The search for calm and a certain sophisticated order were what drove the grand urban planner of 19th century Paris, Baron Haussmann, whose name was given to the grand boulevard that houses Galeries Lafayette and Au Printemps near the Opéra Garnier.

Haussmann was responsible for the huge transformation of the capital, largely obliterating 60% of the narrow, sprawling streets and alleys dating from Medieval times in order to create a city centred around a series of great axis. The most famous of these arteries must be the Champs-Elysées which radiates from the Place de l'Etoile.

  While today certain aspects of Paris may appear to be the height of luxury and chic, this wasn't always the case... Inspired by the urbanism and hygiene of London, Haussmann wished to surpass this in his native Paris under Napoleon III, during the Second Empire.

His objective was to create a Paris that would be "beautified, sanitized and greatly increased in size" and he was most determined (ruthless even) in his will to accomplish this. Whilst many people praised his endeavours, others condemned his 'Haussmannization' as the destruction of the social heart of Paris.

Criticized for his obsession with straight lines and a strict application of norms for height and style of the typical Haussmannian architecture, he nevertheless created the Paris of vast tree-lined avenues and grands hôtels particuliers that we know today.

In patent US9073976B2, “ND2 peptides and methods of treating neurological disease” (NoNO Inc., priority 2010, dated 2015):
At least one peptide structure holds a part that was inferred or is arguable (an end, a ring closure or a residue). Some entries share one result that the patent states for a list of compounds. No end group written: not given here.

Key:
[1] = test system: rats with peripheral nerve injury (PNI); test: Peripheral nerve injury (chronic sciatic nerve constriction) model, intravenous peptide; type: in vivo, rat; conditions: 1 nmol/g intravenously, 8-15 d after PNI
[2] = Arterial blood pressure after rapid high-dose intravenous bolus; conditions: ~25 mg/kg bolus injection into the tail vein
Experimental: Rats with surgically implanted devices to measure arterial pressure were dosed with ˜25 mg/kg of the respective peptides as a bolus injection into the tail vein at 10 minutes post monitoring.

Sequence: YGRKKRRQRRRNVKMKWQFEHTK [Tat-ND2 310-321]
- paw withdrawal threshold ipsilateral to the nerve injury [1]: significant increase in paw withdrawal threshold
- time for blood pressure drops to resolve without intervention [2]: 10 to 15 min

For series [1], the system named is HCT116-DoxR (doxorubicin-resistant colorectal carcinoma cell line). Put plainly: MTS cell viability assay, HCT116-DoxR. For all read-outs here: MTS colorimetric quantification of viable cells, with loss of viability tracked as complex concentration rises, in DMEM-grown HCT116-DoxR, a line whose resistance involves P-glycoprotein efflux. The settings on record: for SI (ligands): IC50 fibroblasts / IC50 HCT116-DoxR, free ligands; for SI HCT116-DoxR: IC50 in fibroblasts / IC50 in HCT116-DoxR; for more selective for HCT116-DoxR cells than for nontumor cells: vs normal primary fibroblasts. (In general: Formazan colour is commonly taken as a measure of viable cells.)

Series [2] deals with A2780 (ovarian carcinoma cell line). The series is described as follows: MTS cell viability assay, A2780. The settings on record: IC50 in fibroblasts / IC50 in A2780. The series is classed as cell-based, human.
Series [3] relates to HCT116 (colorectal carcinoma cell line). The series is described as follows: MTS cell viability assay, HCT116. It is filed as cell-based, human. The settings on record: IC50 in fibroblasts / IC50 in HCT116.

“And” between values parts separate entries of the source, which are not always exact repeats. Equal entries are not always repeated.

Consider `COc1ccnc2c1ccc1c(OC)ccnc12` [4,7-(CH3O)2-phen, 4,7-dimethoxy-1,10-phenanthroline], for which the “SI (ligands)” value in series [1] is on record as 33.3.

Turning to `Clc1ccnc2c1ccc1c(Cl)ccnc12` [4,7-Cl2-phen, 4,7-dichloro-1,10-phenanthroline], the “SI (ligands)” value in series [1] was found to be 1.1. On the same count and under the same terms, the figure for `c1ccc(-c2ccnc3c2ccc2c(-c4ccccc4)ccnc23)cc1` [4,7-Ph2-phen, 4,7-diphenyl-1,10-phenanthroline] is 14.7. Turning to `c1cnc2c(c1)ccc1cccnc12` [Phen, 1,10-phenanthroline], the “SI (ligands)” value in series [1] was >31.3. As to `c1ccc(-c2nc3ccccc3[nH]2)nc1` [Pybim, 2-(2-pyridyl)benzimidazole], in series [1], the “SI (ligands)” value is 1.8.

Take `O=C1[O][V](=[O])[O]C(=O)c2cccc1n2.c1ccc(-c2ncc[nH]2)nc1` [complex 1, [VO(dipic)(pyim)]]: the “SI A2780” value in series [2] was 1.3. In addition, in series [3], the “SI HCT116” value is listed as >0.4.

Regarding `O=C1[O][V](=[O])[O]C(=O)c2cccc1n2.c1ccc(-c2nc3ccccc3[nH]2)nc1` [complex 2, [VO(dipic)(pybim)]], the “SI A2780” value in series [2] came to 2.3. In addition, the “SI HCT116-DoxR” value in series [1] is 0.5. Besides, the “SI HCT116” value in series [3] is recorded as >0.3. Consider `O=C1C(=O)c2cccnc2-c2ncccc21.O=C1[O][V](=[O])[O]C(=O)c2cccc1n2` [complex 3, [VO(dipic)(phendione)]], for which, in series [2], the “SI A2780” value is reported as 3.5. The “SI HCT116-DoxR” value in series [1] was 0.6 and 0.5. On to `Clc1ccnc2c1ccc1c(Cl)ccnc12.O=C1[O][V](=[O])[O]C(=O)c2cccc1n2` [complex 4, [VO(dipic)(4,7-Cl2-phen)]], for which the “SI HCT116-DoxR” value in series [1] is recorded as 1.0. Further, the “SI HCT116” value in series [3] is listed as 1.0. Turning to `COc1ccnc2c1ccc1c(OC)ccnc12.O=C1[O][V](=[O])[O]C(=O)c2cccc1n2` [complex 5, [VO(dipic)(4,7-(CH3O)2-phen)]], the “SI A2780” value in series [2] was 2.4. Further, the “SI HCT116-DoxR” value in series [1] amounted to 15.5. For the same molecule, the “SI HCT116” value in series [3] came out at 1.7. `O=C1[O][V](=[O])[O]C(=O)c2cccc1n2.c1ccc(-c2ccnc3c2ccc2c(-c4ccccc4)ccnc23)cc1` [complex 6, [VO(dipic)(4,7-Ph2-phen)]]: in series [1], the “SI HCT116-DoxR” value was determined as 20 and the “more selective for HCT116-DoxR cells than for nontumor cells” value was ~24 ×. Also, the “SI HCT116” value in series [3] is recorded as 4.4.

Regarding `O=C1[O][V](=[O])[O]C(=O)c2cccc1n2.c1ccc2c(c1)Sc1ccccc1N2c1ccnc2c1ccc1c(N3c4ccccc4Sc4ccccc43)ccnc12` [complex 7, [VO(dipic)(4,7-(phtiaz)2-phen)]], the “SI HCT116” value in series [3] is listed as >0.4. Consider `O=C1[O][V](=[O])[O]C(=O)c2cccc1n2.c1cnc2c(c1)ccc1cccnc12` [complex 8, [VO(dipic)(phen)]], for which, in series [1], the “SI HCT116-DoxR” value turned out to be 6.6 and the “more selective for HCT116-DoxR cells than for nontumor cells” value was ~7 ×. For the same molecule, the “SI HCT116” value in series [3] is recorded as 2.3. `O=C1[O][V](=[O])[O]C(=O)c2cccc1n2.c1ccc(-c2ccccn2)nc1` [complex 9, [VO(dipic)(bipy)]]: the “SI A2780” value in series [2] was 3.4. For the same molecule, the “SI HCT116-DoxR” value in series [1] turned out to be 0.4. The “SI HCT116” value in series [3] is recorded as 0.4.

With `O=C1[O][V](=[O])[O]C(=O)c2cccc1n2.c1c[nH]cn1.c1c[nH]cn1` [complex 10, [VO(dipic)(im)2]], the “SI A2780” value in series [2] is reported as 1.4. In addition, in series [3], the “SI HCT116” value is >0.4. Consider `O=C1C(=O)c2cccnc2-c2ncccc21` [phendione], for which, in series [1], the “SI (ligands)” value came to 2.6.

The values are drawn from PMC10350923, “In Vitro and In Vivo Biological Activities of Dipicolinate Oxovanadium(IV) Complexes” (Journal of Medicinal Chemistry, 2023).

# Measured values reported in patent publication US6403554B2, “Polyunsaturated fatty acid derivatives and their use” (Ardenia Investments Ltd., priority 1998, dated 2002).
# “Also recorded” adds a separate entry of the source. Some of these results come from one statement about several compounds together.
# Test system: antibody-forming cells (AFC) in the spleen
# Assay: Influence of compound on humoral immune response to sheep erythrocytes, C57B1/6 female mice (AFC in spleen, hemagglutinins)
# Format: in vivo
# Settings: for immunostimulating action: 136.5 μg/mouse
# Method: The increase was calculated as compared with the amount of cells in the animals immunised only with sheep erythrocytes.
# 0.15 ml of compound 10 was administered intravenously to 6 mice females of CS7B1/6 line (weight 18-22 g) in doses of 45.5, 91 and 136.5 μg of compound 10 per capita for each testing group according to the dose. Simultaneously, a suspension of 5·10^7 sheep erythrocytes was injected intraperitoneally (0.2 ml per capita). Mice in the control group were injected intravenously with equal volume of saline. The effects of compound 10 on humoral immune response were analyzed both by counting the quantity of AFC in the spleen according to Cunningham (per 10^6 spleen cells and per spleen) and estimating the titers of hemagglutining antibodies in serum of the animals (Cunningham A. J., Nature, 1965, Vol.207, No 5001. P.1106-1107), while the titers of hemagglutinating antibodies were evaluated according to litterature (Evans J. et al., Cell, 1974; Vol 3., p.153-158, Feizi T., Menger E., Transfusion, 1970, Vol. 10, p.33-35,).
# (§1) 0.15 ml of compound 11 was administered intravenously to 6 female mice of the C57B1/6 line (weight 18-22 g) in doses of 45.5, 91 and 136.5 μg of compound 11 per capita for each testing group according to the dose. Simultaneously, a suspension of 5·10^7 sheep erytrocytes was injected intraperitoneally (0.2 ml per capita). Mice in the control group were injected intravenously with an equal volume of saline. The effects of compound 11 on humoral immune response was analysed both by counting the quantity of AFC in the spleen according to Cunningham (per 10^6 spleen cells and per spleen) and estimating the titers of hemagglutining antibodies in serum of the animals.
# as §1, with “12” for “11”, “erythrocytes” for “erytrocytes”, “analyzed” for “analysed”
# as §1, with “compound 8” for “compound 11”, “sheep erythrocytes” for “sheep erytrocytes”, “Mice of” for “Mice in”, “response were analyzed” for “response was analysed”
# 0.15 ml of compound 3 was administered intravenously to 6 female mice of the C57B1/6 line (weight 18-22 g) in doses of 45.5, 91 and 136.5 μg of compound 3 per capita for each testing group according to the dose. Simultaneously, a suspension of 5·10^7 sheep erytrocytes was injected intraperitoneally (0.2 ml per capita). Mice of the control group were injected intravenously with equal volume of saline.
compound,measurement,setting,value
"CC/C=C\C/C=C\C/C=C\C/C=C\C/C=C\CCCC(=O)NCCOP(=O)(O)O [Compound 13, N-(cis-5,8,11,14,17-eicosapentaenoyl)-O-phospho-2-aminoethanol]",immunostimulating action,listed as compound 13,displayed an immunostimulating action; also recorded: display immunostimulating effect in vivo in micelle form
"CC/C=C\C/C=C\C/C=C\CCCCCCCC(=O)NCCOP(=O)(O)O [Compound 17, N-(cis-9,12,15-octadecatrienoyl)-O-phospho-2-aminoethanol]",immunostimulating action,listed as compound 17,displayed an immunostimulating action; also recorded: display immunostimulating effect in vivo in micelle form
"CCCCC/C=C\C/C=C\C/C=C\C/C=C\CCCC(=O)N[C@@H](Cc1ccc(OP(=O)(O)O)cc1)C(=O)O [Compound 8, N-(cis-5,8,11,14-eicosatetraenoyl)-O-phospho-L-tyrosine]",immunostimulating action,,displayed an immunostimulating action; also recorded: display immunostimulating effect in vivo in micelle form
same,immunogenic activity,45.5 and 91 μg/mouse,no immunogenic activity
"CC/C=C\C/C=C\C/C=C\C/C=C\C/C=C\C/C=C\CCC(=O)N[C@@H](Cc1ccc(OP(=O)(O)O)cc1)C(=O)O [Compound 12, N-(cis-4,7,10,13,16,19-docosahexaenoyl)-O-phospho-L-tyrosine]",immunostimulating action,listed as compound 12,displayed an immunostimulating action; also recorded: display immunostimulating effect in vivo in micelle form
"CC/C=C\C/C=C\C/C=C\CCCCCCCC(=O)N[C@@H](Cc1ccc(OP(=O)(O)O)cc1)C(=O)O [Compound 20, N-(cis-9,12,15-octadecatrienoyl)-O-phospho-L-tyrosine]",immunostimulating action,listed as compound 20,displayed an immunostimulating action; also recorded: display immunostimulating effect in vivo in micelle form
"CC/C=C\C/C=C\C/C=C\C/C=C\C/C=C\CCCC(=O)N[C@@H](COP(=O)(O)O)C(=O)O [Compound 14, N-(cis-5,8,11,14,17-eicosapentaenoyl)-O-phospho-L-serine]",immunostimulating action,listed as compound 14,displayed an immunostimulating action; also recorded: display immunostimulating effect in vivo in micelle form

Haussmann sought to encourage ever-greater economic growth for the capital. He did so by rendering the circulation of traffic and pedestrians more fluid through a network of clear-cut routes - be that actual roads or pavements that facilitated the bourgeois flâneries.

Always a magpie lurking somewhere amongst the jewels...
 In so doing, he also hoped to crush any possible manifestation of political uprising in the civilians as large avenues would allow access to cavalry and direct canon fire.
Two pickpockets who 'cleared me out' over Christmas!
Well, I thought the grands boulevards were an absolute riot on Christmas Eve! Mind you, this was just preparation for the following day with the Main Street at Disney!

 Here's another grand marque - again more sparkle and animal magic...

Monday, December 24, 2012

Purrfect Christmas...

Contemplative calm before the storm...

Here's Christmas again, and it has to be said that Oggie has become more sensible with all things Christmassy - well, maybe just the Christmas tree. He did manage to start digging in the bowl of icing sugar yesterday, but kindly did refrain from sneezing in it this time...